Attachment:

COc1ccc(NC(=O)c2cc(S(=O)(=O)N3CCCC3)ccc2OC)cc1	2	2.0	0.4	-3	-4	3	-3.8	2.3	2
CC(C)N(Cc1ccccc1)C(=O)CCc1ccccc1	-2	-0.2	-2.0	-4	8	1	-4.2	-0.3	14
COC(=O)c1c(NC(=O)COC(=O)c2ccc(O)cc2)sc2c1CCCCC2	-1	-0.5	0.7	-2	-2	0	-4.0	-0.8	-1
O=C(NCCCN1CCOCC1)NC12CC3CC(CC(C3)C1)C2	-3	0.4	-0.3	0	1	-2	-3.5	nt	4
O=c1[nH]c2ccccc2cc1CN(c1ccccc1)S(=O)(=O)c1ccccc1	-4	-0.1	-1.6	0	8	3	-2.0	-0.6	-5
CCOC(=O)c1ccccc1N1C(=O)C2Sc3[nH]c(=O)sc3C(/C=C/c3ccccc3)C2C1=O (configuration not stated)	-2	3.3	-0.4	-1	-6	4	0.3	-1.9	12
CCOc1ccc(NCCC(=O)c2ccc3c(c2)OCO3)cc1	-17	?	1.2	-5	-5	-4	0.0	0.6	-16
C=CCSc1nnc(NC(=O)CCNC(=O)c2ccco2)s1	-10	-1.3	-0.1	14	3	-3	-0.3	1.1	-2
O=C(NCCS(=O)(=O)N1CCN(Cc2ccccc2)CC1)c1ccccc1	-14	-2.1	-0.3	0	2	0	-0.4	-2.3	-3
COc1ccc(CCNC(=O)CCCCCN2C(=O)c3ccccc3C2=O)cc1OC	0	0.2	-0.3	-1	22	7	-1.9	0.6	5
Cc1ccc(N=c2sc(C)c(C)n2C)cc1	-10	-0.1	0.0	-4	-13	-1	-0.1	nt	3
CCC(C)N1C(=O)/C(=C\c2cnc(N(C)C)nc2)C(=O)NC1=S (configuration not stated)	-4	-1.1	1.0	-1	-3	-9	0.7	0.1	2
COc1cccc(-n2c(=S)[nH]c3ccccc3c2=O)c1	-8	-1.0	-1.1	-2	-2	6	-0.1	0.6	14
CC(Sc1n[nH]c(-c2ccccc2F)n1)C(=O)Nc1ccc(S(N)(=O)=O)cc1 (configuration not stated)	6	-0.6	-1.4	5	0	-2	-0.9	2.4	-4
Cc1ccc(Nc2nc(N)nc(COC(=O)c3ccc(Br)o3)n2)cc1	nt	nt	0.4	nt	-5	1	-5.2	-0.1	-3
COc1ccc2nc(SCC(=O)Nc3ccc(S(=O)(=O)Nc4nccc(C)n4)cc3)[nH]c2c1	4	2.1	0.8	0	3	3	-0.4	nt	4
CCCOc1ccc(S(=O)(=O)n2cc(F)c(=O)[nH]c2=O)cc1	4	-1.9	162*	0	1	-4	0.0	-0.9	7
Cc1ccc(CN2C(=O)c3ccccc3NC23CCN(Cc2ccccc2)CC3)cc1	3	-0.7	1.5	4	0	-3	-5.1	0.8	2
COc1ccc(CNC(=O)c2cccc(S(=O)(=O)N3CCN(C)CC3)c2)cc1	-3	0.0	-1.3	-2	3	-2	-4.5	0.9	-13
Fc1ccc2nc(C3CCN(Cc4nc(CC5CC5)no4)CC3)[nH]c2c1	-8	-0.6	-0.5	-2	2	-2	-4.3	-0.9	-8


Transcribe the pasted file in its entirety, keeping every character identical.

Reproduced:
COc1ccc(NC(=O)c2cc(S(=O)(=O)N3CCCC3)ccc2OC)cc1	2	2.0	0.4	-3	-4	3	-3.8	2.3	2
CC(C)N(Cc1ccccc1)C(=O)CCc1ccccc1	-2	-0.2	-2.0	-4	8	1	-4.2	-0.3	14
COC(=O)c1c(NC(=O)COC(=O)c2ccc(O)cc2)sc2c1CCCCC2	-1	-0.5	0.7	-2	-2	0	-4.0	-0.8	-1
O=C(NCCCN1CCOCC1)NC12CC3CC(CC(C3)C1)C2	-3	0.4	-0.3	0	1	-2	-3.5	nt	4
O=c1[nH]c2ccccc2cc1CN(c1ccccc1)S(=O)(=O)c1ccccc1	-4	-0.1	-1.6	0	8	3	-2.0	-0.6	-5
CCOC(=O)c1ccccc1N1C(=O)C2Sc3[nH]c(=O)sc3C(/C=C/c3ccccc3)C2C1=O (configuration not stated)	-2	3.3	-0.4	-1	-6	4	0.3	-1.9	12
CCOc1ccc(NCCC(=O)c2ccc3c(c2)OCO3)cc1	-17	?	1.2	-5	-5	-4	0.0	0.6	-16
C=CCSc1nnc(NC(=O)CCNC(=O)c2ccco2)s1	-10	-1.3	-0.1	14	3	-3	-0.3	1.1	-2
O=C(NCCS(=O)(=O)N1CCN(Cc2ccccc2)CC1)c1ccccc1	-14	-2.1	-0.3	0	2	0	-0.4	-2.3	-3
COc1ccc(CCNC(=O)CCCCCN2C(=O)c3ccccc3C2=O)cc1OC	0	0.2	-0.3	-1	22	7	-1.9	0.6	5
Cc1ccc(N=c2sc(C)c(C)n2C)cc1	-10	-0.1	0.0	-4	-13	-1	-0.1	nt	3
CCC(C)N1C(=O)/C(=C\c2cnc(N(C)C)nc2)C(=O)NC1=S (configuration not stated)	-4	-1.1	1.0	-1	-3	-9	0.7	0.1	2
COc1cccc(-n2c(=S)[nH]c3ccccc3c2=O)c1	-8	-1.0	-1.1	-2	-2	6	-0.1	0.6	14
CC(Sc1n[nH]c(-c2ccccc2F)n1)C(=O)Nc1ccc(S(N)(=O)=O)cc1 (configuration not stated)	6	-0.6	-1.4	5	0	-2	-0.9	2.4	-4
Cc1ccc(Nc2nc(N)nc(COC(=O)c3ccc(Br)o3)n2)cc1	nt	nt	0.4	nt	-5	1	-5.2	-0.1	-3
COc1ccc2nc(SCC(=O)Nc3ccc(S(=O)(=O)Nc4nccc(C)n4)cc3)[nH]c2c1	4	2.1	0.8	0	3	3	-0.4	nt	4
CCCOc1ccc(S(=O)(=O)n2cc(F)c(=O)[nH]c2=O)cc1	4	-1.9	162*	0	1	-4	0.0	-0.9	7
Cc1ccc(CN2C(=O)c3ccccc3NC23CCN(Cc2ccccc2)CC3)cc1	3	-0.7	1.5	4	0	-3	-5.1	0.8	2
COc1ccc(CNC(=O)c2cccc(S(=O)(=O)N3CCN(C)CC3)c2)cc1	-3	0.0	-1.3	-2	3	-2	-4.5	0.9	-13
Fc1ccc2nc(C3CCN(Cc4nc(CC5CC5)no4)CC3)[nH]c2c1	-8	-0.6	-0.5	-2	2	-2	-4.3	-0.9	-8